I've become fascinated by our weakened ability to listen intelligently. Many more times than I wanted to keep track of in the past cycle of elections, people, not just candidates stopped listening. I'm not sure if they ever intended on listening.
Listening can feel like a slow process. It may not be all that that slow, it is just that the pace is being determined by others. Listening feels like waiting, it feels inactive. It is especially that way when one is listening to something disagreeable, incorrect, challenging, or not fully thought through. We want to refute, correct, defend ourselves, or critique. But what if we were just to listen? What might we hear?
"Everyone who belongs to the truth listens to my voice," Jesus said. Notice that Jesus doesn't tell us that the truth is the possession of any one. It is the other way around. Truth possesses us. We are held in truth, but perhaps only to the extend that we get ourselves tuned to its ring.
Today I was talking to one of our students who is volunteering at a senior residential facility. He is studying to become a health care administrator so he can eventually work there. As he was telling me about the pure enjoyment he receives from listening to the residents. They talk about family. They talk about trips. They tell stories of the land, its changes and the transitions in their lives and the life of the community. But these residents often feel cast off and alone. My student described the deep appreciation the residents have for those willing to spend time and just listen.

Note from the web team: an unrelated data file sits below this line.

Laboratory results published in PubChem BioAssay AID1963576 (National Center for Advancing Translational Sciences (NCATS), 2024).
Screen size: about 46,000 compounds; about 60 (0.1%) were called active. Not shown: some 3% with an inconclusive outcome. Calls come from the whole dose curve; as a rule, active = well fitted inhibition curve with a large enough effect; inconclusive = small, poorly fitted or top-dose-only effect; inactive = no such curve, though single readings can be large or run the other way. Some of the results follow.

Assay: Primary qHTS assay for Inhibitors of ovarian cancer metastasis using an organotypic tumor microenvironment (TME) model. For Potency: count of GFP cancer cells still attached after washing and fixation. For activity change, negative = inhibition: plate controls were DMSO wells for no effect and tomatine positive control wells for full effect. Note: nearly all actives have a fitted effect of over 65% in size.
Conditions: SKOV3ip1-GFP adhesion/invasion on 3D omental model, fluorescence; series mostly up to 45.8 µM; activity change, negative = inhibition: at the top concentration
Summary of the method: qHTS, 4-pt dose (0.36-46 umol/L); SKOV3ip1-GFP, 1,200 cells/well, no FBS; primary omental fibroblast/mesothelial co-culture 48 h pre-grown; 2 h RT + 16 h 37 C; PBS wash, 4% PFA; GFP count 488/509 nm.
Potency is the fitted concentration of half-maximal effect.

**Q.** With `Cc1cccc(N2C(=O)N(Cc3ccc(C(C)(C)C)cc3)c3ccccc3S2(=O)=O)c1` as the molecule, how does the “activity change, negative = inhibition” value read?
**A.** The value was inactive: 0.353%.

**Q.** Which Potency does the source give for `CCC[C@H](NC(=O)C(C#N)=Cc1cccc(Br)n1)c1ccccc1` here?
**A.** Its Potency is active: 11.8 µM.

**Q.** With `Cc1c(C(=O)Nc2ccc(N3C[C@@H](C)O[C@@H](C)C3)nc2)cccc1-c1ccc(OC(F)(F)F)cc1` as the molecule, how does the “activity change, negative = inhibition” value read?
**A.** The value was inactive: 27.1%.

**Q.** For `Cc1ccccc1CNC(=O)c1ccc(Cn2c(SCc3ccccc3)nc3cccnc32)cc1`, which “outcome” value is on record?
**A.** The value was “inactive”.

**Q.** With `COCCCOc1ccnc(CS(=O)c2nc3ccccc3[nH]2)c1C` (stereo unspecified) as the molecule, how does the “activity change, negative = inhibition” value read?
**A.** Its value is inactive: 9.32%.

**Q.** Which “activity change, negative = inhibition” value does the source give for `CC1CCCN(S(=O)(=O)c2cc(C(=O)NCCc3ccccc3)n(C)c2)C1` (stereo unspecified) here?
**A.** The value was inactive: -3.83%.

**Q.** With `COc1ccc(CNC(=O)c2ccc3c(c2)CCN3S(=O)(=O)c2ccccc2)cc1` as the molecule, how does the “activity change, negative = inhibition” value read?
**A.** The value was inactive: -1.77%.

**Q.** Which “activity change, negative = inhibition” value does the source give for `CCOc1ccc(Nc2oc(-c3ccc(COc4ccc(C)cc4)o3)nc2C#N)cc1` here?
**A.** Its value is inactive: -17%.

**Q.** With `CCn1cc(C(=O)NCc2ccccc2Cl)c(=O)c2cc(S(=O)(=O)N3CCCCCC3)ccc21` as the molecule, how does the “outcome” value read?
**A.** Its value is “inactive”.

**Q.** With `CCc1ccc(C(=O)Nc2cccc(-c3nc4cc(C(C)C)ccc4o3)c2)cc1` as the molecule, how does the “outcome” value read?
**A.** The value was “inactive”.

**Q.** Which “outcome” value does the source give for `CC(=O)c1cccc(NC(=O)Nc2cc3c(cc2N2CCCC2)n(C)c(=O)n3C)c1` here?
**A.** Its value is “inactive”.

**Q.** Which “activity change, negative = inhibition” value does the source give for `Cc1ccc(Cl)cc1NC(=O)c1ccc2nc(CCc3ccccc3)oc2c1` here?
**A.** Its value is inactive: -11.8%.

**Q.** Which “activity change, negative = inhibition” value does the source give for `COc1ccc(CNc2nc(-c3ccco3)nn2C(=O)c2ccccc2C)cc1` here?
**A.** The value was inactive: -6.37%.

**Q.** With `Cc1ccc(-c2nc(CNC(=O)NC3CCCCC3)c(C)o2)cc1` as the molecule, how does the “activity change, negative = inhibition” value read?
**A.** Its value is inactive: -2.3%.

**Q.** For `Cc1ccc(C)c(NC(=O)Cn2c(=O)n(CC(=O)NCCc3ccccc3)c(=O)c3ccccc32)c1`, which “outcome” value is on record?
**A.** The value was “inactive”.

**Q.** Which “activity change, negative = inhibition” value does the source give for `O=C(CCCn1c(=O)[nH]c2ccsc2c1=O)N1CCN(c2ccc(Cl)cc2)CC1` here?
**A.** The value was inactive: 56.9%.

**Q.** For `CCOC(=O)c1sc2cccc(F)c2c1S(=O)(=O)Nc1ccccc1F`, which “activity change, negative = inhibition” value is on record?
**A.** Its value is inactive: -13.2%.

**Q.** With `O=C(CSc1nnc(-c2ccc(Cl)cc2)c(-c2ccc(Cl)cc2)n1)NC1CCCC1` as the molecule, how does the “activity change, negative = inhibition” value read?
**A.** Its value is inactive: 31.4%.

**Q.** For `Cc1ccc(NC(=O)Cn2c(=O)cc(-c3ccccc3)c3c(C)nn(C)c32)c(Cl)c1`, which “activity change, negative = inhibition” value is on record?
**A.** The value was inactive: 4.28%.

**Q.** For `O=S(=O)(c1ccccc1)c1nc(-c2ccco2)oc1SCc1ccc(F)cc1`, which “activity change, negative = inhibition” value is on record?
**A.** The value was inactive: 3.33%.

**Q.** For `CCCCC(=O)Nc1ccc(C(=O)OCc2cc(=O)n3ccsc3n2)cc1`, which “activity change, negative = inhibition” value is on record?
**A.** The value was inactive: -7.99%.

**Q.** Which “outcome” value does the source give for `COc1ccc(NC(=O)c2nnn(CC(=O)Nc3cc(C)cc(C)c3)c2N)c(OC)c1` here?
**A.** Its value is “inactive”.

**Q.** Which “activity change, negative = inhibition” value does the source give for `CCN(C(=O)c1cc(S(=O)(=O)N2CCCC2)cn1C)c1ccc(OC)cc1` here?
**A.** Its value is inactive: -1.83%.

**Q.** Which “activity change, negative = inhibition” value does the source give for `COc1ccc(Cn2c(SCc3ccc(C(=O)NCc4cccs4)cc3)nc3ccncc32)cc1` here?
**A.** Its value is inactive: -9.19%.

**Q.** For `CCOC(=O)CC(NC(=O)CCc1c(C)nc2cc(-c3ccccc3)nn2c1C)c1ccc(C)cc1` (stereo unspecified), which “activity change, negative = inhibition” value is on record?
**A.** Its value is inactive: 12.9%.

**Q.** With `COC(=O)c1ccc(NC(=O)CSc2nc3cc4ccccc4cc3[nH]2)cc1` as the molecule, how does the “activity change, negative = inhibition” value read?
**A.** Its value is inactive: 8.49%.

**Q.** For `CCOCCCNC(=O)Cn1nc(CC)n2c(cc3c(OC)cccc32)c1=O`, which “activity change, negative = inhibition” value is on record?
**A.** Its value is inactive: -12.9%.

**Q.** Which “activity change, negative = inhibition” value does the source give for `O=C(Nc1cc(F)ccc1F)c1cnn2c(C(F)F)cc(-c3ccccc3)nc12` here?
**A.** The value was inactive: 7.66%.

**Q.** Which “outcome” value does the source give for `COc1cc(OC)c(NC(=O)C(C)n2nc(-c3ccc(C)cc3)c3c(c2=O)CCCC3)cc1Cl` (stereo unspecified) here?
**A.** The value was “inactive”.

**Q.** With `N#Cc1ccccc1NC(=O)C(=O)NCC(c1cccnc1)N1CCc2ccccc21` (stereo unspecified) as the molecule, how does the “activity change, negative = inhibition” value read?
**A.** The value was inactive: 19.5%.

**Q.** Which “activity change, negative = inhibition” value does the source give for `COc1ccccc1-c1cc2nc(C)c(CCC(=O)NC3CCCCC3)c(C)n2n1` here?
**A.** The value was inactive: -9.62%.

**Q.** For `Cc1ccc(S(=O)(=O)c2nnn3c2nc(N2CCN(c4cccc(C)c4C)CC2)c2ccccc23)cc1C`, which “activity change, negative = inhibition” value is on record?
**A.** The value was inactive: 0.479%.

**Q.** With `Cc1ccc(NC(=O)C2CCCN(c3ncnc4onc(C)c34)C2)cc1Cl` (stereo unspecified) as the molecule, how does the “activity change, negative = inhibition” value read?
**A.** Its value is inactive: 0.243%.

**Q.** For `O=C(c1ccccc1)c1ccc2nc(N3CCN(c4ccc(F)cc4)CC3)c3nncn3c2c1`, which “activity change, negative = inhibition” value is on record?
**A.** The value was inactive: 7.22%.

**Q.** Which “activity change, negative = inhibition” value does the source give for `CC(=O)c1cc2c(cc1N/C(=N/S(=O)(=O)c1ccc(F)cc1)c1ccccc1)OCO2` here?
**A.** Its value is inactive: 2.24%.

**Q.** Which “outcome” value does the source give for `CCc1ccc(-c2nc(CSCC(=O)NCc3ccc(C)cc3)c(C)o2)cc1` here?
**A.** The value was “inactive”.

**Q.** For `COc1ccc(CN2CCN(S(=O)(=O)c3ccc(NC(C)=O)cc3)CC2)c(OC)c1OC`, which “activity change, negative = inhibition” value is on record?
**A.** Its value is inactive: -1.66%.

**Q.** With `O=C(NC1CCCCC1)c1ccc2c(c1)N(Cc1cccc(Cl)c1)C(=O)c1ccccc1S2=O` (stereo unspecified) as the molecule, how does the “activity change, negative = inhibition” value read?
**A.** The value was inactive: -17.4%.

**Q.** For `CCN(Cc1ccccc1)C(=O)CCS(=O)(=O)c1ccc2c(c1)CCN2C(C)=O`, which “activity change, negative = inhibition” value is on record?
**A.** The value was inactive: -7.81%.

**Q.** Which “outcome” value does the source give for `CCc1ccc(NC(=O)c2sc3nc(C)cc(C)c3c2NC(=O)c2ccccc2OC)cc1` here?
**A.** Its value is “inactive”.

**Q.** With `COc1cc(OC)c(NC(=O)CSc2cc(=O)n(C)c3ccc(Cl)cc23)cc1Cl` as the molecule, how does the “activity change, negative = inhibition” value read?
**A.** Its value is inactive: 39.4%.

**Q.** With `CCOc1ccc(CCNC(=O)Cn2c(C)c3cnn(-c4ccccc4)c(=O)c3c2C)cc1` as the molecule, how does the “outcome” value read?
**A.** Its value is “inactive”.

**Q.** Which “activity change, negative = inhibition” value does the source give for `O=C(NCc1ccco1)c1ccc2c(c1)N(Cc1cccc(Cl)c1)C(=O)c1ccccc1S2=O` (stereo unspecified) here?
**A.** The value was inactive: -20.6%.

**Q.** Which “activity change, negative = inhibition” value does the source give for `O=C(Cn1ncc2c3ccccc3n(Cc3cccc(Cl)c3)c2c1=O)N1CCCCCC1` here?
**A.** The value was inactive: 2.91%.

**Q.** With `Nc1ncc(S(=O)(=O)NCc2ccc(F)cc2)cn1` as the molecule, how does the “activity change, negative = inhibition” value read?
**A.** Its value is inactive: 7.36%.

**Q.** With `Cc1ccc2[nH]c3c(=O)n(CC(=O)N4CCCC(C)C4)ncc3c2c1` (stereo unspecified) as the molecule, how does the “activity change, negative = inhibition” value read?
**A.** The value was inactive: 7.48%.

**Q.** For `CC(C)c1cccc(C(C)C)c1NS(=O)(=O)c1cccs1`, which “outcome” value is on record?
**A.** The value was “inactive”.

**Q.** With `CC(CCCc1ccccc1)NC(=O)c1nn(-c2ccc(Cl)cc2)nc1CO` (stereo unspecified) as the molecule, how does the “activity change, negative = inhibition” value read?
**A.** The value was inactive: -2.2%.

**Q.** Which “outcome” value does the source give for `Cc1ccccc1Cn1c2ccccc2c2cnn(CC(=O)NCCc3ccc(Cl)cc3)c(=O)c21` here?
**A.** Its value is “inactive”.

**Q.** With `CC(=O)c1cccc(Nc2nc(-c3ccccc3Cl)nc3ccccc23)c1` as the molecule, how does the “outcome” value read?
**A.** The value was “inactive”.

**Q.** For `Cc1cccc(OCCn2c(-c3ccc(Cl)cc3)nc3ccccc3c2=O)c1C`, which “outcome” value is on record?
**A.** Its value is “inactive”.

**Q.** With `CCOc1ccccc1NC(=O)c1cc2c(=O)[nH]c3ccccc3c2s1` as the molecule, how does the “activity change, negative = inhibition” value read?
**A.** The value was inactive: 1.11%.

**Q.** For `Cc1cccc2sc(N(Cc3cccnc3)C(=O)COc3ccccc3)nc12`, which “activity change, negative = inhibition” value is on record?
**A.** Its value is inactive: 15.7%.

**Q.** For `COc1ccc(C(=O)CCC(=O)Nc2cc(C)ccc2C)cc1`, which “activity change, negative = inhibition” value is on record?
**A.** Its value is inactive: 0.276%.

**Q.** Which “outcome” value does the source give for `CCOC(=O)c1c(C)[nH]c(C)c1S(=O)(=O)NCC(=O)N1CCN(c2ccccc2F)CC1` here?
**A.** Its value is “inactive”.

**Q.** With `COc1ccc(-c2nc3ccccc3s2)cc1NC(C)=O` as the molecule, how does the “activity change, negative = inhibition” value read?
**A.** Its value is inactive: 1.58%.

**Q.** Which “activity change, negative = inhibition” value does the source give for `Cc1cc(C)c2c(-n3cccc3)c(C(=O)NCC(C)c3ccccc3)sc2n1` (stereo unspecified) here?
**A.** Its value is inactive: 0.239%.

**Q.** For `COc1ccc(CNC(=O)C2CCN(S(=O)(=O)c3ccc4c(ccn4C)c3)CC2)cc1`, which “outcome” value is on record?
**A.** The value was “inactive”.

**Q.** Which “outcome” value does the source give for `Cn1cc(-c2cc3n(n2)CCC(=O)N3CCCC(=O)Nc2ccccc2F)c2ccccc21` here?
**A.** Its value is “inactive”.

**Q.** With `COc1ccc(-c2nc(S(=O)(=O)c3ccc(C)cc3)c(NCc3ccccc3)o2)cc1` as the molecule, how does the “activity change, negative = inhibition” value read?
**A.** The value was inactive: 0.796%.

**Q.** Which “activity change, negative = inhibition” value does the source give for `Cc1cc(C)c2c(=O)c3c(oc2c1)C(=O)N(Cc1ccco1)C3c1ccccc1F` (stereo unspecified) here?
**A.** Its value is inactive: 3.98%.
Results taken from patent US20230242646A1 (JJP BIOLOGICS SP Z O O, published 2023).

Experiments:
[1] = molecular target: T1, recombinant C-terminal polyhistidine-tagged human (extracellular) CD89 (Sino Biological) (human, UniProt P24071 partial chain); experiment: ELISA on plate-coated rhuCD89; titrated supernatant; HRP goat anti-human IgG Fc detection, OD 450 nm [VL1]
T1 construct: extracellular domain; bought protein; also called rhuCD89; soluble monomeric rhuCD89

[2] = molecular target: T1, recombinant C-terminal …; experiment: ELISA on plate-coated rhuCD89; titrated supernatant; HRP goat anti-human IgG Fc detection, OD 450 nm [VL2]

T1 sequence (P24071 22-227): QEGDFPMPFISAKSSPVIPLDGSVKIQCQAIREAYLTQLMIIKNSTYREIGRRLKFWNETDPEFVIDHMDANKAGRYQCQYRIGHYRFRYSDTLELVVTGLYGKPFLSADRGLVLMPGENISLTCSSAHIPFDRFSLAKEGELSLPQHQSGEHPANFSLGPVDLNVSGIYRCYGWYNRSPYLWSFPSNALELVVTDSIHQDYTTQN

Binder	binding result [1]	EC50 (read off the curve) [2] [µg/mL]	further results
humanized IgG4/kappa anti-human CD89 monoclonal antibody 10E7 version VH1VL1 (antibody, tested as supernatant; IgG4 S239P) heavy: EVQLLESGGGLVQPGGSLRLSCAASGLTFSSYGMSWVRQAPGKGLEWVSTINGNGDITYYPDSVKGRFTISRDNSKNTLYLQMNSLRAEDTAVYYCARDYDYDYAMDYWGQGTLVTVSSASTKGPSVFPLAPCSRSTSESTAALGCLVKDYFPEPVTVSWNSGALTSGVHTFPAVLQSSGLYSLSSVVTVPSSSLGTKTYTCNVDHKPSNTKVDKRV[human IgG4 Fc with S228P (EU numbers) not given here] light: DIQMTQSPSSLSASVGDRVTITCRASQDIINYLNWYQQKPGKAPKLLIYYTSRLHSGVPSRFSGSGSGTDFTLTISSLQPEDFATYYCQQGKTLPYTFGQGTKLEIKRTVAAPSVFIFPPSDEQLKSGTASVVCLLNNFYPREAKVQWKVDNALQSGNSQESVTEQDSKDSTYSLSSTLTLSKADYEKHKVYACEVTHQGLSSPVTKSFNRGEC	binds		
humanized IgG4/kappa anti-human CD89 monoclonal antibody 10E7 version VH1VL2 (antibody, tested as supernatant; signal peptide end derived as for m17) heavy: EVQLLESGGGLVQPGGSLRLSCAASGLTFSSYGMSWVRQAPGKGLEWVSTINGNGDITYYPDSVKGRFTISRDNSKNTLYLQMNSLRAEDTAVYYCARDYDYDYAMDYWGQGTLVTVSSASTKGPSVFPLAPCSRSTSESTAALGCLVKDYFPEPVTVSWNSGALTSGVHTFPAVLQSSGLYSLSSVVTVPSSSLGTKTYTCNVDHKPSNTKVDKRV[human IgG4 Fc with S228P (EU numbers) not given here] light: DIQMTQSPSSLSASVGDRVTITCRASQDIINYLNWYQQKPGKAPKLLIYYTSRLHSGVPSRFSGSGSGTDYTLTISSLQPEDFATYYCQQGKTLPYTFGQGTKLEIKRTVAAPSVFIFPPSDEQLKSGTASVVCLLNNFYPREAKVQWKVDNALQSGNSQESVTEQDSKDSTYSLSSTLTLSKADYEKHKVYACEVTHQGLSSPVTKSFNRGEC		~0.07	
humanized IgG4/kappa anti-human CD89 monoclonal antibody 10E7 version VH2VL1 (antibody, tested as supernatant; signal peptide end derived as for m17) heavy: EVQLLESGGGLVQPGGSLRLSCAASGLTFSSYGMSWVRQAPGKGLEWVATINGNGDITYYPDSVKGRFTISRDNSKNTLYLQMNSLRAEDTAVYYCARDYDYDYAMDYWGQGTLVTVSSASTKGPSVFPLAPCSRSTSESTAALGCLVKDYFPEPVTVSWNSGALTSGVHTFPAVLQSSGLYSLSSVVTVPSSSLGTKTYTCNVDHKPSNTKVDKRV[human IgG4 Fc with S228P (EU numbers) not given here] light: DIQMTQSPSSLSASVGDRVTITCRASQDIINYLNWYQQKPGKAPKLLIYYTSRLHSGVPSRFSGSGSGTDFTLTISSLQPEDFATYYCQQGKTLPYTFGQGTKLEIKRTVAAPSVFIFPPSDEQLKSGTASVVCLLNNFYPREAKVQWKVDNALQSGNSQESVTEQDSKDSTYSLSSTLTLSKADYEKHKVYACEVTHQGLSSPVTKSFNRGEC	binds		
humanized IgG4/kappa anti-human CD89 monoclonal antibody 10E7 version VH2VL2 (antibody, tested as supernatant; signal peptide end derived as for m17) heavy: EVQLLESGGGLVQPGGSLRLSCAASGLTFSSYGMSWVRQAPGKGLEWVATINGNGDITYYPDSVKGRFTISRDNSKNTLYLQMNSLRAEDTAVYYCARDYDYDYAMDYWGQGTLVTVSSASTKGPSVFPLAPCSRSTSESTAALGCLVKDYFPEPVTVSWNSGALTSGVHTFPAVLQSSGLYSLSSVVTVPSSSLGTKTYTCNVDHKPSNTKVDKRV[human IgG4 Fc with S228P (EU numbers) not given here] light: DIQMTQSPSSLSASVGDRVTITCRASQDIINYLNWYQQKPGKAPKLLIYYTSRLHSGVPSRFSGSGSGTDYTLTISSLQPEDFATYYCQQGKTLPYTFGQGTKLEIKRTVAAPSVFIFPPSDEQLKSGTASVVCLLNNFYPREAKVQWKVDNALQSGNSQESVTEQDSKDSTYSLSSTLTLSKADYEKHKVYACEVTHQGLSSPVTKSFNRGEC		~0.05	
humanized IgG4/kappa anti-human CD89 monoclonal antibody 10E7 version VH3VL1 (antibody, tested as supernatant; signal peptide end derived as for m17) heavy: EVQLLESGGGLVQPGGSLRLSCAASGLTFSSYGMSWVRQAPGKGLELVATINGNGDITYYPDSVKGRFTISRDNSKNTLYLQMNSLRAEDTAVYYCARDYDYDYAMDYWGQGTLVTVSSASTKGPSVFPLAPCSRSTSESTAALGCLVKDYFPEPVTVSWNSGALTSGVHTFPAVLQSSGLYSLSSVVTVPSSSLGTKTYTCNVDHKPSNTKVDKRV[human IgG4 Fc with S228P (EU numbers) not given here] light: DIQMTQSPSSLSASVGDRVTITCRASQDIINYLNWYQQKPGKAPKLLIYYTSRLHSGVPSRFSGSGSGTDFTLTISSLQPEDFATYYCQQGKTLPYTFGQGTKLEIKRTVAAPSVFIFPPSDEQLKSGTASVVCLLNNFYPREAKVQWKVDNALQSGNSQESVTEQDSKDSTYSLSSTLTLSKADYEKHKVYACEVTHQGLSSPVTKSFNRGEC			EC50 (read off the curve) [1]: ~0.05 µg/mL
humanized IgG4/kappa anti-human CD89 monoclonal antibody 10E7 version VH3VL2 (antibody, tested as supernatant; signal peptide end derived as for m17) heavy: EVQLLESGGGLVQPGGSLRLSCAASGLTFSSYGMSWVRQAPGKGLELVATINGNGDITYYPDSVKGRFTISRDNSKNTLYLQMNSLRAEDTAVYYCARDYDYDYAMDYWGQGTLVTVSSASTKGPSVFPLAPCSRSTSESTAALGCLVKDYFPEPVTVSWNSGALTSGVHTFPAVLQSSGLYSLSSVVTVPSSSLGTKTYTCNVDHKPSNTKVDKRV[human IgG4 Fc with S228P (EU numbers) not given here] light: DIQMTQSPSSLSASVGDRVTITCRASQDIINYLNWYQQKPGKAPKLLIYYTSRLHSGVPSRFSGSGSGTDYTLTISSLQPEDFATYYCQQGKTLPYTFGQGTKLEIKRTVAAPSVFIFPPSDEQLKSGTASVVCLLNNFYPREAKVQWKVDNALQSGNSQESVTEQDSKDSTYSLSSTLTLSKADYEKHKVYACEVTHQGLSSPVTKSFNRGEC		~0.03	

Much of this kind of listening is slow and deliberate. For those of us who keep trying to be active and get things done, this kind of listening feels like a waste of time. We know that it isn't a waste, but there is often an ambivalence that keeps us swaying between getting tasks done, stating our own opinions, and moving on to the next subject. But for the residents at this senior living center, the greatest gift seems to be listening.
Why does such listening have to be limited to such times and places? What happens when we live in a society that has placed so much value on correct answers, knowledgeable opinions, and quick responses and relinquished the responsibility of actively listening well? What all do we miss when so much of what we say and hear becomes derivative drivel lacking any insight?
We need to learn to listen again.